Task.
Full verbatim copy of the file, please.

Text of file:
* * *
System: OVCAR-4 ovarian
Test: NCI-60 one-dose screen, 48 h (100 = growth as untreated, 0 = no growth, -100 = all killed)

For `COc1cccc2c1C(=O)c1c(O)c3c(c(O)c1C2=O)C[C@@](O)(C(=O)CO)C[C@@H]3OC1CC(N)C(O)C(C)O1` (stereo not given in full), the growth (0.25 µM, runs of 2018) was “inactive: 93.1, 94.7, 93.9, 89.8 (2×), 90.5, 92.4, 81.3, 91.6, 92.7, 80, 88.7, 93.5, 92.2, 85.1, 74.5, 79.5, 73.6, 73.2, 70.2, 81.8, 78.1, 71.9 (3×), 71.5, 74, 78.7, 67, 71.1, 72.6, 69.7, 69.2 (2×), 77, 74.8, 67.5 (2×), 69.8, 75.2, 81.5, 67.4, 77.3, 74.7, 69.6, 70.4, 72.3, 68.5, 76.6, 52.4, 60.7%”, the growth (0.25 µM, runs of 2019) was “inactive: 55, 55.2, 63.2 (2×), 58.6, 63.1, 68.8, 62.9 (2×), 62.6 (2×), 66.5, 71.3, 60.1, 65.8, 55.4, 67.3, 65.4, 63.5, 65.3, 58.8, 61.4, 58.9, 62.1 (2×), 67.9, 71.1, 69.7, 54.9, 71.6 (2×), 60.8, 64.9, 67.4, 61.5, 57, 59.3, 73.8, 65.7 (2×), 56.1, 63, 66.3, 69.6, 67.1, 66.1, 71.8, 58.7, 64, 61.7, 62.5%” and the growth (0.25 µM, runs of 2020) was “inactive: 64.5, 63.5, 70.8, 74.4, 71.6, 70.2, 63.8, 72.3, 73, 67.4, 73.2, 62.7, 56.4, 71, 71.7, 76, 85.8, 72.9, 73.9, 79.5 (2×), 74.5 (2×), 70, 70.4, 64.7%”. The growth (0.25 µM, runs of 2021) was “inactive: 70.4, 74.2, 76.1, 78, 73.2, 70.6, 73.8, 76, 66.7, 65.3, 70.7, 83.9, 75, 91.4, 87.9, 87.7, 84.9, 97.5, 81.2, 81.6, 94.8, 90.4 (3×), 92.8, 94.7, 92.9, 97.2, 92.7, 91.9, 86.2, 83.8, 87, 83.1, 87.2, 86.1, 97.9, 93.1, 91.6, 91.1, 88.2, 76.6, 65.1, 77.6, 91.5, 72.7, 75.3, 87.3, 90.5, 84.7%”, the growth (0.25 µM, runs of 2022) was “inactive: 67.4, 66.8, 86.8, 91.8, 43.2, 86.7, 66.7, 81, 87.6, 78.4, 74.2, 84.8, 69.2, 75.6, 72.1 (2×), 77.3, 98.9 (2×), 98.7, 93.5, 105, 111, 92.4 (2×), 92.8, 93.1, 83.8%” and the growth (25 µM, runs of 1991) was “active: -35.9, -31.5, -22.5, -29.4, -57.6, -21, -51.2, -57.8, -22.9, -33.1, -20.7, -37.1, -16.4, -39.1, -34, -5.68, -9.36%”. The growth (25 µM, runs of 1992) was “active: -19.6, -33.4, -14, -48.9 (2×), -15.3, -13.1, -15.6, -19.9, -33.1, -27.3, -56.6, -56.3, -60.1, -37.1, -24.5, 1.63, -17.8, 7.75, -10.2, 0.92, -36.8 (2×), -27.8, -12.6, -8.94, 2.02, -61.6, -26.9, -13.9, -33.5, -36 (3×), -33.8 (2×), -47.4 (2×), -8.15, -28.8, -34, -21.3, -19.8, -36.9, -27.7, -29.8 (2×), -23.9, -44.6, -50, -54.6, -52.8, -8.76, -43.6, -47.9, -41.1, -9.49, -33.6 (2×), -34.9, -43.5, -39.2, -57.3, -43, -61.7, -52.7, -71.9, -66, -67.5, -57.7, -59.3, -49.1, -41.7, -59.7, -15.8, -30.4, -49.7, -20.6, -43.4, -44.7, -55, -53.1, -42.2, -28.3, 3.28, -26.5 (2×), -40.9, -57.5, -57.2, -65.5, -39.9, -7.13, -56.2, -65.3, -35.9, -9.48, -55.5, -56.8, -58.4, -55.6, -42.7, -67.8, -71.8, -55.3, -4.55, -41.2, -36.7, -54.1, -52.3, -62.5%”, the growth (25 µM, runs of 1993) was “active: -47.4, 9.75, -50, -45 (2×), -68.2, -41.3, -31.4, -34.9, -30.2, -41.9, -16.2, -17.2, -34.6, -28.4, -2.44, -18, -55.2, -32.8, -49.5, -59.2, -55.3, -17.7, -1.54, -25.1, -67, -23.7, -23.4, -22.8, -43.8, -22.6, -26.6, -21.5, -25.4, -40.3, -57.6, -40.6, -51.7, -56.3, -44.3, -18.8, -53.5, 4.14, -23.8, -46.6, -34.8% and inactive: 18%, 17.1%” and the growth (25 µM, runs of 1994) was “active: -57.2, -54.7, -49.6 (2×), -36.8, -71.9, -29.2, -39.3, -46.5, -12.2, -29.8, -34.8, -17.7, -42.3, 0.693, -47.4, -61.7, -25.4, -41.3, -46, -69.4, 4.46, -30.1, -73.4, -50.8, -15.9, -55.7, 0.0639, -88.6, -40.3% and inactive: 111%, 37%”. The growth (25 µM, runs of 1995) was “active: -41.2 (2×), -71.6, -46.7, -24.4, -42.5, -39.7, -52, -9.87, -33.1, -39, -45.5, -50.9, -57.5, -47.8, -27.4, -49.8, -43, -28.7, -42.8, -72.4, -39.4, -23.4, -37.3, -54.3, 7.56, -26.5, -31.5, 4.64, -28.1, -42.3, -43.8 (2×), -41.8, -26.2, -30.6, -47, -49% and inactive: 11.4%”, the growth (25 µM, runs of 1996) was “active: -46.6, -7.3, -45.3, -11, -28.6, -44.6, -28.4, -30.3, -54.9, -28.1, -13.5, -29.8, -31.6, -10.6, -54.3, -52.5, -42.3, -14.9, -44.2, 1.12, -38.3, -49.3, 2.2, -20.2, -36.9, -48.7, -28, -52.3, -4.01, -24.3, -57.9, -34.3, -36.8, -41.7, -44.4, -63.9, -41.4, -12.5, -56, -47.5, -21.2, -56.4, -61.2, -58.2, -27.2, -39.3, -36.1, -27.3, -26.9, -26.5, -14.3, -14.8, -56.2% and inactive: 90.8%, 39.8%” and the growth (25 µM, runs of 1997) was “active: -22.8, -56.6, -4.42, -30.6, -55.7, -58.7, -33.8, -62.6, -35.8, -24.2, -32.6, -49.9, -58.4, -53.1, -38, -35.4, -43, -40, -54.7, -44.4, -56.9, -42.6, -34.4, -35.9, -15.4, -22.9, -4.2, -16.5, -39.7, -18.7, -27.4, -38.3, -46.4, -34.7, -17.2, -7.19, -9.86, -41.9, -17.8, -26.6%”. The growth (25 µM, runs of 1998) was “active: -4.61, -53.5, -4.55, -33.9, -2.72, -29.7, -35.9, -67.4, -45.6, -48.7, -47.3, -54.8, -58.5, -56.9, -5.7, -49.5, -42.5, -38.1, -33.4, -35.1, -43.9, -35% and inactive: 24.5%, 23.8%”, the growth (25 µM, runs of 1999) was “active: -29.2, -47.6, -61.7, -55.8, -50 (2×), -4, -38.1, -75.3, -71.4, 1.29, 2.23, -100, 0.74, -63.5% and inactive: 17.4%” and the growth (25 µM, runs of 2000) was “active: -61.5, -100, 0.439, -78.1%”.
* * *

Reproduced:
System: OVCAR-4 ovarian
Test: NCI-60 one-dose screen, 48 h (100 = growth as untreated, 0 = no growth, -100 = all killed)

For `COc1cccc2c1C(=O)c1c(O)c3c(c(O)c1C2=O)C[C@@](O)(C(=O)CO)C[C@@H]3OC1CC(N)C(O)C(C)O1` (stereo not given in full), the growth (0.25 µM, runs of 2018) was “inactive: 93.1, 94.7, 93.9, 89.8 (2×), 90.5, 92.4, 81.3, 91.6, 92.7, 80, 88.7, 93.5, 92.2, 85.1, 74.5, 79.5, 73.6, 73.2, 70.2, 81.8, 78.1, 71.9 (3×), 71.5, 74, 78.7, 67, 71.1, 72.6, 69.7, 69.2 (2×), 77, 74.8, 67.5 (2×), 69.8, 75.2, 81.5, 67.4, 77.3, 74.7, 69.6, 70.4, 72.3, 68.5, 76.6, 52.4, 60.7%”, the growth (0.25 µM, runs of 2019) was “inactive: 55, 55.2, 63.2 (2×), 58.6, 63.1, 68.8, 62.9 (2×), 62.6 (2×), 66.5, 71.3, 60.1, 65.8, 55.4, 67.3, 65.4, 63.5, 65.3, 58.8, 61.4, 58.9, 62.1 (2×), 67.9, 71.1, 69.7, 54.9, 71.6 (2×), 60.8, 64.9, 67.4, 61.5, 57, 59.3, 73.8, 65.7 (2×), 56.1, 63, 66.3, 69.6, 67.1, 66.1, 71.8, 58.7, 64, 61.7, 62.5%” and the growth (0.25 µM, runs of 2020) was “inactive: 64.5, 63.5, 70.8, 74.4, 71.6, 70.2, 63.8, 72.3, 73, 67.4, 73.2, 62.7, 56.4, 71, 71.7, 76, 85.8, 72.9, 73.9, 79.5 (2×), 74.5 (2×), 70, 70.4, 64.7%”. The growth (0.25 µM, runs of 2021) was “inactive: 70.4, 74.2, 76.1, 78, 73.2, 70.6, 73.8, 76, 66.7, 65.3, 70.7, 83.9, 75, 91.4, 87.9, 87.7, 84.9, 97.5, 81.2, 81.6, 94.8, 90.4 (3×), 92.8, 94.7, 92.9, 97.2, 92.7, 91.9, 86.2, 83.8, 87, 83.1, 87.2, 86.1, 97.9, 93.1, 91.6, 91.1, 88.2, 76.6, 65.1, 77.6, 91.5, 72.7, 75.3, 87.3, 90.5, 84.7%”, the growth (0.25 µM, runs of 2022) was “inactive: 67.4, 66.8, 86.8, 91.8, 43.2, 86.7, 66.7, 81, 87.6, 78.4, 74.2, 84.8, 69.2, 75.6, 72.1 (2×), 77.3, 98.9 (2×), 98.7, 93.5, 105, 111, 92.4 (2×), 92.8, 93.1, 83.8%” and the growth (25 µM, runs of 1991) was “active: -35.9, -31.5, -22.5, -29.4, -57.6, -21, -51.2, -57.8, -22.9, -33.1, -20.7, -37.1, -16.4, -39.1, -34, -5.68, -9.36%”. The growth (25 µM, runs of 1992) was “active: -19.6, -33.4, -14, -48.9 (2×), -15.3, -13.1, -15.6, -19.9, -33.1, -27.3, -56.6, -56.3, -60.1, -37.1, -24.5, 1.63, -17.8, 7.75, -10.2, 0.92, -36.8 (2×), -27.8, -12.6, -8.94, 2.02, -61.6, -26.9, -13.9, -33.5, -36 (3×), -33.8 (2×), -47.4 (2×), -8.15, -28.8, -34, -21.3, -19.8, -36.9, -27.7, -29.8 (2×), -23.9, -44.6, -50, -54.6, -52.8, -8.76, -43.6, -47.9, -41.1, -9.49, -33.6 (2×), -34.9, -43.5, -39.2, -57.3, -43, -61.7, -52.7, -71.9, -66, -67.5, -57.7, -59.3, -49.1, -41.7, -59.7, -15.8, -30.4, -49.7, -20.6, -43.4, -44.7, -55, -53.1, -42.2, -28.3, 3.28, -26.5 (2×), -40.9, -57.5, -57.2, -65.5, -39.9, -7.13, -56.2, -65.3, -35.9, -9.48, -55.5, -56.8, -58.4, -55.6, -42.7, -67.8, -71.8, -55.3, -4.55, -41.2, -36.7, -54.1, -52.3, -62.5%”, the growth (25 µM, runs of 1993) was “active: -47.4, 9.75, -50, -45 (2×), -68.2, -41.3, -31.4, -34.9, -30.2, -41.9, -16.2, -17.2, -34.6, -28.4, -2.44, -18, -55.2, -32.8, -49.5, -59.2, -55.3, -17.7, -1.54, -25.1, -67, -23.7, -23.4, -22.8, -43.8, -22.6, -26.6, -21.5, -25.4, -40.3, -57.6, -40.6, -51.7, -56.3, -44.3, -18.8, -53.5, 4.14, -23.8, -46.6, -34.8% and inactive: 18%, 17.1%” and the growth (25 µM, runs of 1994) was “active: -57.2, -54.7, -49.6 (2×), -36.8, -71.9, -29.2, -39.3, -46.5, -12.2, -29.8, -34.8, -17.7, -42.3, 0.693, -47.4, -61.7, -25.4, -41.3, -46, -69.4, 4.46, -30.1, -73.4, -50.8, -15.9, -55.7, 0.0639, -88.6, -40.3% and inactive: 111%, 37%”. The growth (25 µM, runs of 1995) was “active: -41.2 (2×), -71.6, -46.7, -24.4, -42.5, -39.7, -52, -9.87, -33.1, -39, -45.5, -50.9, -57.5, -47.8, -27.4, -49.8, -43, -28.7, -42.8, -72.4, -39.4, -23.4, -37.3, -54.3, 7.56, -26.5, -31.5, 4.64, -28.1, -42.3, -43.8 (2×), -41.8, -26.2, -30.6, -47, -49% and inactive: 11.4%”, the growth (25 µM, runs of 1996) was “active: -46.6, -7.3, -45.3, -11, -28.6, -44.6, -28.4, -30.3, -54.9, -28.1, -13.5, -29.8, -31.6, -10.6, -54.3, -52.5, -42.3, -14.9, -44.2, 1.12, -38.3, -49.3, 2.2, -20.2, -36.9, -48.7, -28, -52.3, -4.01, -24.3, -57.9, -34.3, -36.8, -41.7, -44.4, -63.9, -41.4, -12.5, -56, -47.5, -21.2, -56.4, -61.2, -58.2, -27.2, -39.3, -36.1, -27.3, -26.9, -26.5, -14.3, -14.8, -56.2% and inactive: 90.8%, 39.8%” and the growth (25 µM, runs of 1997) was “active: -22.8, -56.6, -4.42, -30.6, -55.7, -58.7, -33.8, -62.6, -35.8, -24.2, -32.6, -49.9, -58.4, -53.1, -38, -35.4, -43, -40, -54.7, -44.4, -56.9, -42.6, -34.4, -35.9, -15.4, -22.9, -4.2, -16.5, -39.7, -18.7, -27.4, -38.3, -46.4, -34.7, -17.2, -7.19, -9.86, -41.9, -17.8, -26.6%”. The growth (25 µM, runs of 1998) was “active: -4.61, -53.5, -4.55, -33.9, -2.72, -29.7, -35.9, -67.4, -45.6, -48.7, -47.3, -54.8, -58.5, -56.9, -5.7, -49.5, -42.5, -38.1, -33.4, -35.1, -43.9, -35% and inactive: 24.5%, 23.8%”, the growth (25 µM, runs of 1999) was “active: -29.2, -47.6, -61.7, -55.8, -50 (2×), -4, -38.1, -75.3, -71.4, 1.29, 2.23, -100, 0.74, -63.5% and inactive: 17.4%” and the growth (25 µM, runs of 2000) was “active: -61.5, -100, 0.439, -78.1%”.